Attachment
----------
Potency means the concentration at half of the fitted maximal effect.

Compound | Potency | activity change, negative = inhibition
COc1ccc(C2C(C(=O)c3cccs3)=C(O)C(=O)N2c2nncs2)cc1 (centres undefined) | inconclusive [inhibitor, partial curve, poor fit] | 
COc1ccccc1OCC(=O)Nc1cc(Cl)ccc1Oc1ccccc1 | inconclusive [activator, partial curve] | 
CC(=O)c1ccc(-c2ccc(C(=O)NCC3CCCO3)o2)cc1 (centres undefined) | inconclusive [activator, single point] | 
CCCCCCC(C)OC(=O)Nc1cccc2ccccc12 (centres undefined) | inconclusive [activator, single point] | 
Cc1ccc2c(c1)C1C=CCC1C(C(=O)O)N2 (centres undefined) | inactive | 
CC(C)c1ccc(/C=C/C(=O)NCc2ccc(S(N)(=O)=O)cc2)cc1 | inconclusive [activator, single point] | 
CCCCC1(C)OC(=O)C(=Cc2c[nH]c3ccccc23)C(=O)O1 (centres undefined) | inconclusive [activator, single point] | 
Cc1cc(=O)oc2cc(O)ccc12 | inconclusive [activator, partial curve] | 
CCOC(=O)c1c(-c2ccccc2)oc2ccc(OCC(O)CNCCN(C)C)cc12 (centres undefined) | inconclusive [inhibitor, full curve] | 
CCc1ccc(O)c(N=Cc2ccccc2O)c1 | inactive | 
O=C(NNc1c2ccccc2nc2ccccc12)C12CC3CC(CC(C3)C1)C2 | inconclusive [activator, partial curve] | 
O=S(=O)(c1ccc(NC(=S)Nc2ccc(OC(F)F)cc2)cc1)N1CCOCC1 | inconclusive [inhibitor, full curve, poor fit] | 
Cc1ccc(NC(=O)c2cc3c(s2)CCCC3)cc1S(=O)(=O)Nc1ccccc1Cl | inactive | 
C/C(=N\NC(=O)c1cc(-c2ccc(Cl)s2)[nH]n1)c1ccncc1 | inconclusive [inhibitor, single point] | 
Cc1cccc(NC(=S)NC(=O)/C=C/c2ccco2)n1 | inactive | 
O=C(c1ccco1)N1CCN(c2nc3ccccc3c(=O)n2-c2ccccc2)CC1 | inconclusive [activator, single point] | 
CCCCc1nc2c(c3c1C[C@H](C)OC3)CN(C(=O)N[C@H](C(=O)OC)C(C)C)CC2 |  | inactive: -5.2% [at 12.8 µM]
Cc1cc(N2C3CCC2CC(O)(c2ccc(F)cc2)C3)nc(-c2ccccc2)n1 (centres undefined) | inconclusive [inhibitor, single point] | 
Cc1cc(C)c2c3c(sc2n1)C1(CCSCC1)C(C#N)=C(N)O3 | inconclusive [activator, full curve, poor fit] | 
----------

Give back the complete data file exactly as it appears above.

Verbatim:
Potency means the concentration at half of the fitted maximal effect.

Compound | Potency | activity change, negative = inhibition
COc1ccc(C2C(C(=O)c3cccs3)=C(O)C(=O)N2c2nncs2)cc1 (centres undefined) | inconclusive [inhibitor, partial curve, poor fit] | 
COc1ccccc1OCC(=O)Nc1cc(Cl)ccc1Oc1ccccc1 | inconclusive [activator, partial curve] | 
CC(=O)c1ccc(-c2ccc(C(=O)NCC3CCCO3)o2)cc1 (centres undefined) | inconclusive [activator, single point] | 
CCCCCCC(C)OC(=O)Nc1cccc2ccccc12 (centres undefined) | inconclusive [activator, single point] | 
Cc1ccc2c(c1)C1C=CCC1C(C(=O)O)N2 (centres undefined) | inactive | 
CC(C)c1ccc(/C=C/C(=O)NCc2ccc(S(N)(=O)=O)cc2)cc1 | inconclusive [activator, single point] | 
CCCCC1(C)OC(=O)C(=Cc2c[nH]c3ccccc23)C(=O)O1 (centres undefined) | inconclusive [activator, single point] | 
Cc1cc(=O)oc2cc(O)ccc12 | inconclusive [activator, partial curve] | 
CCOC(=O)c1c(-c2ccccc2)oc2ccc(OCC(O)CNCCN(C)C)cc12 (centres undefined) | inconclusive [inhibitor, full curve] | 
CCc1ccc(O)c(N=Cc2ccccc2O)c1 | inactive | 
O=C(NNc1c2ccccc2nc2ccccc12)C12CC3CC(CC(C3)C1)C2 | inconclusive [activator, partial curve] | 
O=S(=O)(c1ccc(NC(=S)Nc2ccc(OC(F)F)cc2)cc1)N1CCOCC1 | inconclusive [inhibitor, full curve, poor fit] | 
Cc1ccc(NC(=O)c2cc3c(s2)CCCC3)cc1S(=O)(=O)Nc1ccccc1Cl | inactive | 
C/C(=N\NC(=O)c1cc(-c2ccc(Cl)s2)[nH]n1)c1ccncc1 | inconclusive [inhibitor, single point] | 
Cc1cccc(NC(=S)NC(=O)/C=C/c2ccco2)n1 | inactive | 
O=C(c1ccco1)N1CCN(c2nc3ccccc3c(=O)n2-c2ccccc2)CC1 | inconclusive [activator, single point] | 
CCCCc1nc2c(c3c1C[C@H](C)OC3)CN(C(=O)N[C@H](C(=O)OC)C(C)C)CC2 |  | inactive: -5.2% [at 12.8 µM]
Cc1cc(N2C3CCC2CC(O)(c2ccc(F)cc2)C3)nc(-c2ccccc2)n1 (centres undefined) | inconclusive [inhibitor, single point] | 
Cc1cc(C)c2c3c(sc2n1)C1(CCSCC1)C(C#N)=C(N)O3 | inconclusive [activator, full curve, poor fit] | 